Project Redesign for Future-Driven Solutions

The new wastewater treatment plant involves a hybrid design that lowers capital costs and allows for future conversion to carbon diversion and anaerobic digestion

By Hanna Heiss

Experiencing rapid population growth, the City of Conroe, Texas, urgently needed to enhance its wastewater treatment capacity. The existing Southwest Regional Wastewater Treatment Plant, approaching 75% capacity, triggered regulatory considerations by the Texas Commission on Environmental Quality (TCEQ). This fostered the idea for a new facility: the Conroe Central Wastewater Treatment Plant. The plant is the largest capital project in the City of Conroe’s history.

The Conroe Central Wastewater Treatment Plant has the ability to expand up to 12 MGD.

The new $60 million plant caters to rising demands from the residential, commercial and industrial sectors. The project goal was to construct a new plant with an initial capacity of six million gallons a day (MGD), but with the ability to expand to up to 12 MGD.

With the project owner and developer the City of Conroe, lead design firm Lockwood, Andrews & Newman, Inc. (LAN) was responsible for structural, civil, mechanical, electrical, plumbing design and construction-phase services, as well as site evaluations. LEM Construction Co. was the project’s construction manager. The project timeline spanned from early December 2019 to late November 2022.

A Call for Project Redesign

One of the obstacles the development team had to overcome was quickly redesigning the project’s primary plan when it was decided that the original would no longer suffice.

“The original design was a two-stage carbon diversion process utilizing very high rate activated sludge and anaerobic sludge digestion,” said Lockwood, Andrews & Newman, Inc. Senior Project Manager Bill Schlafer.

“To address rising energy costs, the project was designed as a hybrid design that can allow future incorporation of carbon diversion, anaerobic digestion and gas to energy production to offset operating costs,” said Schlafer.

The digestion tanks were designed to allow future conversion to anaerobic digestion.

This redesign allowed for the accommodation of future conversion to carbon diversion with anaerobic digestion and without abandoning initial construction structures. The result is a plant that provides safe and reliable wastewater services to the community for the foreseeable future while positively benefitting the climate.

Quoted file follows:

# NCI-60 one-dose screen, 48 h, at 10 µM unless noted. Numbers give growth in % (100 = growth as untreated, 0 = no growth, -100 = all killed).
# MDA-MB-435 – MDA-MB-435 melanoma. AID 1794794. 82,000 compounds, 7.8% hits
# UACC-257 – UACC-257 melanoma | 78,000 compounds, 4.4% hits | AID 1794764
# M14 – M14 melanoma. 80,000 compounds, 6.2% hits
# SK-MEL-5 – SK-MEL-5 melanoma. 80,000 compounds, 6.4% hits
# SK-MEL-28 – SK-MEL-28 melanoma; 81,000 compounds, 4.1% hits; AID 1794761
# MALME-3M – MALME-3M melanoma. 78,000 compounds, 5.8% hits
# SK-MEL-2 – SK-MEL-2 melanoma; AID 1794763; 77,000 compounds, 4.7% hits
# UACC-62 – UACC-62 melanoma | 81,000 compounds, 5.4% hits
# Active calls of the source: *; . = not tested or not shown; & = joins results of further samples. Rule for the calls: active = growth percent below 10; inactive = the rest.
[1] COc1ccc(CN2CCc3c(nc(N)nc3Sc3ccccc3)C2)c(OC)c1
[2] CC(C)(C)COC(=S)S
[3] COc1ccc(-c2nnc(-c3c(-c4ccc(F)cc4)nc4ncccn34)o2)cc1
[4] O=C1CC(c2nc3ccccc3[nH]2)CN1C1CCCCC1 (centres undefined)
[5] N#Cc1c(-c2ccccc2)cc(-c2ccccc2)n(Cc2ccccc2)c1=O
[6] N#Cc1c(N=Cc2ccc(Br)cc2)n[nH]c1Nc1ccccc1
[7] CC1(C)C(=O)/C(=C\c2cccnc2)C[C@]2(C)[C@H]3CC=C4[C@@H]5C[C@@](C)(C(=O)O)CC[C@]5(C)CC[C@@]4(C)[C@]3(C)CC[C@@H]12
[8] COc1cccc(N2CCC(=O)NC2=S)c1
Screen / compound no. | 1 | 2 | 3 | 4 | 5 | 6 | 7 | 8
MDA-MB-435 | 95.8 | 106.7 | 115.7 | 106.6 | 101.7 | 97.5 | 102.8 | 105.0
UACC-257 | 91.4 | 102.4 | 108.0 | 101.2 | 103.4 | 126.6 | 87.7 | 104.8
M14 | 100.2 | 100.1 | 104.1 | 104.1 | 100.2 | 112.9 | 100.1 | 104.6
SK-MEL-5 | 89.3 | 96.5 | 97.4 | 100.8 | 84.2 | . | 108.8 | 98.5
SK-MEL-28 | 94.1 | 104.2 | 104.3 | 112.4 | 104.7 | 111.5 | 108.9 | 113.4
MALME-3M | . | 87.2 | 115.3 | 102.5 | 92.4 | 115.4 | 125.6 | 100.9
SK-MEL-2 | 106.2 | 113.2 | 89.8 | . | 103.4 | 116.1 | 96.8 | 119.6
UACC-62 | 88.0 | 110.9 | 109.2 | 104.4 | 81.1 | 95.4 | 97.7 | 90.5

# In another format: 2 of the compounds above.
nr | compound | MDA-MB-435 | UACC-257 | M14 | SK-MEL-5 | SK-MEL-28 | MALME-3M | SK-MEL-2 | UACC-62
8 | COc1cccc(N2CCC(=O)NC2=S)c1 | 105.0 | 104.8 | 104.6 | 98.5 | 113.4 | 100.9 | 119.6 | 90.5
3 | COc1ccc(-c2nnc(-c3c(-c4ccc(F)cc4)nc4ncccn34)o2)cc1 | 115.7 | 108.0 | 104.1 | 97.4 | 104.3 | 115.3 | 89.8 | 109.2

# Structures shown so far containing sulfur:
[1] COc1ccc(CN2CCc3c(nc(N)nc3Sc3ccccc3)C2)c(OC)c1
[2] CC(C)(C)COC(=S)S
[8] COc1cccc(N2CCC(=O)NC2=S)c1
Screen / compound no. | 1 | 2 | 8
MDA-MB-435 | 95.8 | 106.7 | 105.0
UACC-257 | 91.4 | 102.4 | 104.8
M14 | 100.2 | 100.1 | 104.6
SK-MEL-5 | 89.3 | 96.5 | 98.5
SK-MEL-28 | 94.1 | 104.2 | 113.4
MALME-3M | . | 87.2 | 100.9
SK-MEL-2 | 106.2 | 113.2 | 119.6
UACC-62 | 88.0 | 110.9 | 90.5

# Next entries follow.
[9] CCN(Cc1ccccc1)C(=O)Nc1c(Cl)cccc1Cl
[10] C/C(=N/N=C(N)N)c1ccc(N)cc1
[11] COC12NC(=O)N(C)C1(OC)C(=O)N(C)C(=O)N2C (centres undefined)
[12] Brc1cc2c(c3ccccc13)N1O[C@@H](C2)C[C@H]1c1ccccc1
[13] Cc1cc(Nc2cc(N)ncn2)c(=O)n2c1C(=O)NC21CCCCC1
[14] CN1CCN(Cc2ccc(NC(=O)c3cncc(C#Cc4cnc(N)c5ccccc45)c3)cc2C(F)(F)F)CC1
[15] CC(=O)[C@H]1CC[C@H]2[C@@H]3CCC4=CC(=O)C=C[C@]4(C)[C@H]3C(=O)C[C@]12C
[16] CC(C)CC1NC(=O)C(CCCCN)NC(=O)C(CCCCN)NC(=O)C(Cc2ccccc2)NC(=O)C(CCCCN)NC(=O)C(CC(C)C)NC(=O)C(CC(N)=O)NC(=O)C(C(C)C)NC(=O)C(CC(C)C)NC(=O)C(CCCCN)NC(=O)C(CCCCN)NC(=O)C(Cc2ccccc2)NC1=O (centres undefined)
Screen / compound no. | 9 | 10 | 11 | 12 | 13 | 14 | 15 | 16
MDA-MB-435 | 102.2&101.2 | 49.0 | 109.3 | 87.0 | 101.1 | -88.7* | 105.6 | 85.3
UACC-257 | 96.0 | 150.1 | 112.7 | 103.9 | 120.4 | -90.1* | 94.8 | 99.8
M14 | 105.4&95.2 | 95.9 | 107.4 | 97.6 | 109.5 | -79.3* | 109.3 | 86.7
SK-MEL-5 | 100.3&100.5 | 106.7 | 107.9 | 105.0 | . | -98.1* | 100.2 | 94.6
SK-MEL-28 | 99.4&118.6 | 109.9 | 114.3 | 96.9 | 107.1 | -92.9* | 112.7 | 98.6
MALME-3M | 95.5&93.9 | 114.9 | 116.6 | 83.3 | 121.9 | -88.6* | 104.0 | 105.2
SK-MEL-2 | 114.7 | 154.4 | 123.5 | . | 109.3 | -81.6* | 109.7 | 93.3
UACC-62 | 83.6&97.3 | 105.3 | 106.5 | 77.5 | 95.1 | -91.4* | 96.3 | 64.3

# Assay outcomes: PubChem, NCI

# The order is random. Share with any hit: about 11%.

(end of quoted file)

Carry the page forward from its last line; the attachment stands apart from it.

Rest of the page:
Implementing carbon diversion biological processes demonstrated the team’s commitment to sustainability and their dedication to carbon footprint reduction.

“The initial phase biological process has been proven to be very energy efficient, using very low dissolved oxygen concentrations for aeration and saving power,” said Schlafer. “Plant energy costs were reduced by approximately 25% at the Conroe Southwest Regional WWTP after a similar process was implemented.”

Site Plans Bear Challenges

At the 75% design stage, the original site had to be changed as it was in a flood zone. The relocation decision was made by the city after the initial outfall, approved for 12 MGD by TCEQ, was reduced to 8.5 MGD. Alternate sites were then identified in a LAN-prepared

The original design was a two-stage carbon diversion process utilizing very high-rate activated sludge and anaerobic sludge digestion.

wastewater treatment master plan, helping to secure a 12 MGD capacity commitment from TCEQ.

Site relocation immediately led to another challenge. Since the TCEQ Texas stream model used to evaluate wastewater discharges and loading did not include Stewart Creek (the only creek near the new site), a new TCEQ-approved site discharge location had to be identified. To combat this, LAN’s modeling expert modeled the discharge into Stewart Creek. Through repeated modeling iterations and meetings with TCEQ, an approved discharge location was obtained.

Enabling Continued Investment and Future Development

Completed on time in November 2022, the Conroe Central Wastewater Treatment Plant project was also completed on budget with 0.3% non-owner-directed change orders, ultimately meeting Conroe’s desired construction cost goals. 

“The addition of the new Central Wastewater Treatment Plant was pivotal for the rapidly growing city, as it addressed the TCEQ’s requirements to start design to expand capacity once the existing wastewater infrastructure met 75% capacity,” said Schlafer. “Once

Lockwood, Andrews & Newnam, Inc. was the lead design firm on the project.

constructed, the project directly enables developers to continue investing in the community with residential, commercial and industrial development, addressing the increasing demand for the growing population.”

The team is particularly proud that the new plant will support the growing community of Conroe, providing safe and reliable wastewater treatment for generations to come. The ability to deliver the project on time and within budget, given the required location change at the 75% design phase while also battling challenges associated with the COVID-19 pandemic was also a major accomplishment to the team.

With its ability to double its capacity and incorporate carbon diversion, anaerobic digestion and gas-to-energy production to offset future operating costs and have a positive impact on the climate, the Conroe Central Wastewater Treatment Plant is indeed one for the books. 

With its future-focused design, the plant provides the scalability and adaptability the City of Conroe needs to have successful population growth, ongoing community investment and future development. 

Hanna Heiss is the senior editor of American Infrastructure magazine.

Author: Hanna